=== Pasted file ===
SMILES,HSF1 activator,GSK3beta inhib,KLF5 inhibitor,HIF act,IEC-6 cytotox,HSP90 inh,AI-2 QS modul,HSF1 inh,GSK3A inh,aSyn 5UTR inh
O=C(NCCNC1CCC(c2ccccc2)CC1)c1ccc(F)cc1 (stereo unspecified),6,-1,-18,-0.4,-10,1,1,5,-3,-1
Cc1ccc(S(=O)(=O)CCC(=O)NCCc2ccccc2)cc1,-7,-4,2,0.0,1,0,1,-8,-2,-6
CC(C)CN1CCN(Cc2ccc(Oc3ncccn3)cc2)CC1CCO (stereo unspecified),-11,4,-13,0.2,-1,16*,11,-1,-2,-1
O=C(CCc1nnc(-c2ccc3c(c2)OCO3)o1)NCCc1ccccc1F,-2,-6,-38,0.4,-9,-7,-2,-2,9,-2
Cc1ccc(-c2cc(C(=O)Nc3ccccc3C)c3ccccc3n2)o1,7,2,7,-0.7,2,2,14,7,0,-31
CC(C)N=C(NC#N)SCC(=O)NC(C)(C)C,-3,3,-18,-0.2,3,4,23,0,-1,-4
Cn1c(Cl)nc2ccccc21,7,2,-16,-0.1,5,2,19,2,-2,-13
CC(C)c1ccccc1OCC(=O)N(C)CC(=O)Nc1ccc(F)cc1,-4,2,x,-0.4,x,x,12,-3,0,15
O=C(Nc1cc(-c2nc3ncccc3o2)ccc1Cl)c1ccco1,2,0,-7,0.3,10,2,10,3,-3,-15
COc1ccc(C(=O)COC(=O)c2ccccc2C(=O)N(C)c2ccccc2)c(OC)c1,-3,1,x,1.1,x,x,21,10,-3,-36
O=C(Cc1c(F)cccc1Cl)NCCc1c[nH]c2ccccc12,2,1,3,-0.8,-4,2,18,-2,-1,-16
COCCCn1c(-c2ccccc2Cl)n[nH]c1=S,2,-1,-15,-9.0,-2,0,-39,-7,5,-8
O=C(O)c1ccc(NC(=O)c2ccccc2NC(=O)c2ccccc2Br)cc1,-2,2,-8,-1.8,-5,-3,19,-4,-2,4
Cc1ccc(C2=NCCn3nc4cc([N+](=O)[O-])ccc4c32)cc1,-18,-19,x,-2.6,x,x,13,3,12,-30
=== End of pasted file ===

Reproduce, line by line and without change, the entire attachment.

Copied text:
SMILES,HSF1 activator,GSK3beta inhib,KLF5 inhibitor,HIF act,IEC-6 cytotox,HSP90 inh,AI-2 QS modul,HSF1 inh,GSK3A inh,aSyn 5UTR inh
O=C(NCCNC1CCC(c2ccccc2)CC1)c1ccc(F)cc1 (stereo unspecified),6,-1,-18,-0.4,-10,1,1,5,-3,-1
Cc1ccc(S(=O)(=O)CCC(=O)NCCc2ccccc2)cc1,-7,-4,2,0.0,1,0,1,-8,-2,-6
CC(C)CN1CCN(Cc2ccc(Oc3ncccn3)cc2)CC1CCO (stereo unspecified),-11,4,-13,0.2,-1,16*,11,-1,-2,-1
O=C(CCc1nnc(-c2ccc3c(c2)OCO3)o1)NCCc1ccccc1F,-2,-6,-38,0.4,-9,-7,-2,-2,9,-2
Cc1ccc(-c2cc(C(=O)Nc3ccccc3C)c3ccccc3n2)o1,7,2,7,-0.7,2,2,14,7,0,-31
CC(C)N=C(NC#N)SCC(=O)NC(C)(C)C,-3,3,-18,-0.2,3,4,23,0,-1,-4
Cn1c(Cl)nc2ccccc21,7,2,-16,-0.1,5,2,19,2,-2,-13
CC(C)c1ccccc1OCC(=O)N(C)CC(=O)Nc1ccc(F)cc1,-4,2,x,-0.4,x,x,12,-3,0,15
O=C(Nc1cc(-c2nc3ncccc3o2)ccc1Cl)c1ccco1,2,0,-7,0.3,10,2,10,3,-3,-15
COc1ccc(C(=O)COC(=O)c2ccccc2C(=O)N(C)c2ccccc2)c(OC)c1,-3,1,x,1.1,x,x,21,10,-3,-36
O=C(Cc1c(F)cccc1Cl)NCCc1c[nH]c2ccccc12,2,1,3,-0.8,-4,2,18,-2,-1,-16
COCCCn1c(-c2ccccc2Cl)n[nH]c1=S,2,-1,-15,-9.0,-2,0,-39,-7,5,-8
O=C(O)c1ccc(NC(=O)c2ccccc2NC(=O)c2ccccc2Br)cc1,-2,2,-8,-1.8,-5,-3,19,-4,-2,4
Cc1ccc(C2=NCCn3nc4cc([N+](=O)[O-])ccc4c32)cc1,-18,-19,x,-2.6,x,x,13,3,12,-30